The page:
This article was originally published on the World Economic Forum


“From the cloud forests of Costa Rica to the deserts of Southern Africa, the great outdoors inspires awe and offers us valuable perspective from our day-to-day grind. Nature also provides us with basic services – fresh water, clean air, nutritious food and shelter. But it doesn’t stop there.

Here are four reasons nature is more valuable than you may have initially thought. The common denominator is innovation. The value of the industries described below is in the trillions of dollars. The value of deploying some of these solutions to better protect the planet is priceless.

Technology that mimics ecosystems

Nature, through evolution, has been solving problems for billions of years – far longer than humans have. Natural systems are well adapted to their environment. A close study of how these systems work can help to solve some of the challenges we are facing today. For instance, we can study the swarm logic of ants that never bump into each other as they harvest leaves on the forest floor, to develop an algorithm for self-driving cars.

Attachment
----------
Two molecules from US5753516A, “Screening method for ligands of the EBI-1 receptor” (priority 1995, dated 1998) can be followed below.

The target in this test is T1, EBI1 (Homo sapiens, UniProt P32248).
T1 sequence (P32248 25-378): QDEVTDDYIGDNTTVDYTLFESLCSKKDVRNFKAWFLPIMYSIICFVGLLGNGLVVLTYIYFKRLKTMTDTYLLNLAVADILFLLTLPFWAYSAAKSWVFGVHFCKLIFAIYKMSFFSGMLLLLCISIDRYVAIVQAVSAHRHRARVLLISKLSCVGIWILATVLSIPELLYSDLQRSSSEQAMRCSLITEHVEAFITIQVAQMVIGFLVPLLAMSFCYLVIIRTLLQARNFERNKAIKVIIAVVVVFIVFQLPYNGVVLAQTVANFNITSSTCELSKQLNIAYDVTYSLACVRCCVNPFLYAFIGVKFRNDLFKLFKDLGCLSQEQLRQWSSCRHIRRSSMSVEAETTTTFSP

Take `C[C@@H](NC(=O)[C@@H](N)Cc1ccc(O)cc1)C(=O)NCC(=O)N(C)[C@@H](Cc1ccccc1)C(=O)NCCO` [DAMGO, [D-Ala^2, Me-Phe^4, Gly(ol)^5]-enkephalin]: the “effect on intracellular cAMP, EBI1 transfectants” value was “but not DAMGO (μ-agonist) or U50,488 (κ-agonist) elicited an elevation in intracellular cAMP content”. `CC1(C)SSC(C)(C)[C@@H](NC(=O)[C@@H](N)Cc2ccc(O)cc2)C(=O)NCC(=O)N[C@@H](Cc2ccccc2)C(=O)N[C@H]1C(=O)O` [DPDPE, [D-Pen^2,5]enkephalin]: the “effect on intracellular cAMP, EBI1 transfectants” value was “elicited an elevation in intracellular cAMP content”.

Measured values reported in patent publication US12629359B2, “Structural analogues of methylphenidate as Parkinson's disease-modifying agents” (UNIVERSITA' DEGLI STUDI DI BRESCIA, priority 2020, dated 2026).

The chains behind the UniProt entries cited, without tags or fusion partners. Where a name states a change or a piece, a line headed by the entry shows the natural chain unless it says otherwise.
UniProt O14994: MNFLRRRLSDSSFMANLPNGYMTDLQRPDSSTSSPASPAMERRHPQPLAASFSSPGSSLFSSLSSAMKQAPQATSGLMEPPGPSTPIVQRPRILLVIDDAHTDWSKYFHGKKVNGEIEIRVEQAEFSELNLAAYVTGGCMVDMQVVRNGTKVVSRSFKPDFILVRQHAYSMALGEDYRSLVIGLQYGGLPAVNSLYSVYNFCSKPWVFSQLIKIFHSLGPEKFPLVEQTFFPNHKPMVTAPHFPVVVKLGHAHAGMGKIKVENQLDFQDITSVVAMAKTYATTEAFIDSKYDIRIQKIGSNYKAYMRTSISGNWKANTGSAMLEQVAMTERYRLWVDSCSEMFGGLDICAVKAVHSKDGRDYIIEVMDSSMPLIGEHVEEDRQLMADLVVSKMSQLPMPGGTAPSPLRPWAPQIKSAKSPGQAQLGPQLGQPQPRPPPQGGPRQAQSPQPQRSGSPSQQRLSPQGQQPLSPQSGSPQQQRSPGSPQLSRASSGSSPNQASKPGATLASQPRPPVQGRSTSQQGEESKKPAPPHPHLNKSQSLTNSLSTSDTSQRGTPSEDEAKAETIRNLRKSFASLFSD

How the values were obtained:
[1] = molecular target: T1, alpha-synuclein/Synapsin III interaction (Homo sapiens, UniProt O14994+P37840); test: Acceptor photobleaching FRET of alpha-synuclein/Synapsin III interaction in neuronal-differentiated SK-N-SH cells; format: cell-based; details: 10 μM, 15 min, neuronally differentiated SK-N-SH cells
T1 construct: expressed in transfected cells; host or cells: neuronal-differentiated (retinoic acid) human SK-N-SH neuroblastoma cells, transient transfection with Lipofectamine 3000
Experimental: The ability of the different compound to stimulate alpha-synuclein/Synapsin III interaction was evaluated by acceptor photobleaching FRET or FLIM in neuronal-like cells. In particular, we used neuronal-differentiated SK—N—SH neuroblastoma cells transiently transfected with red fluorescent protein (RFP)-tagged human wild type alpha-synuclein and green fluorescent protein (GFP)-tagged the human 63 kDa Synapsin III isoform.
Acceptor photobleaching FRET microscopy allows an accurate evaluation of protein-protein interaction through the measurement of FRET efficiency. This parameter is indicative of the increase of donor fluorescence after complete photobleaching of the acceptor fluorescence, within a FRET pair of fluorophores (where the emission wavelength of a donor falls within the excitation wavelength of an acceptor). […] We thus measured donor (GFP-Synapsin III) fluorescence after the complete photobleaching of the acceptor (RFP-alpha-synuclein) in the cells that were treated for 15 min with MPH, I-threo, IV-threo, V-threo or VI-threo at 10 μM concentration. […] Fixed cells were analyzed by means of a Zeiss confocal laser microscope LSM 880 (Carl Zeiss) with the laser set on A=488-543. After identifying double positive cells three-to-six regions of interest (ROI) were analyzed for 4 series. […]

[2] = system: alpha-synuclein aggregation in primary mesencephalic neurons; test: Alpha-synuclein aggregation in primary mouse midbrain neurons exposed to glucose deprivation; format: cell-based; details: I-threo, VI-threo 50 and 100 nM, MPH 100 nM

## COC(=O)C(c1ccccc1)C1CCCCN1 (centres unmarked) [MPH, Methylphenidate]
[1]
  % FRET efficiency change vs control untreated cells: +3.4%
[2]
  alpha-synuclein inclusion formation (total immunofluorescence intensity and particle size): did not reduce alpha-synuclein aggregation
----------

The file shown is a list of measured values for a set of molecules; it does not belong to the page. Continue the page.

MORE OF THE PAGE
Let’s ratchet that up a notch. What if we built a city that worked like an ecosystem? Porous pavements evacuate rainwater, while bioluminescent trees light buildings made of self-healing concrete. Electric cars, powered by renewable energy drive around parks where pollution is captured by smog vacuum cleaners to ensure clean air is available to all. These innovations exist. These cities have the potential to exist…”

Read on at: World Economic Forum.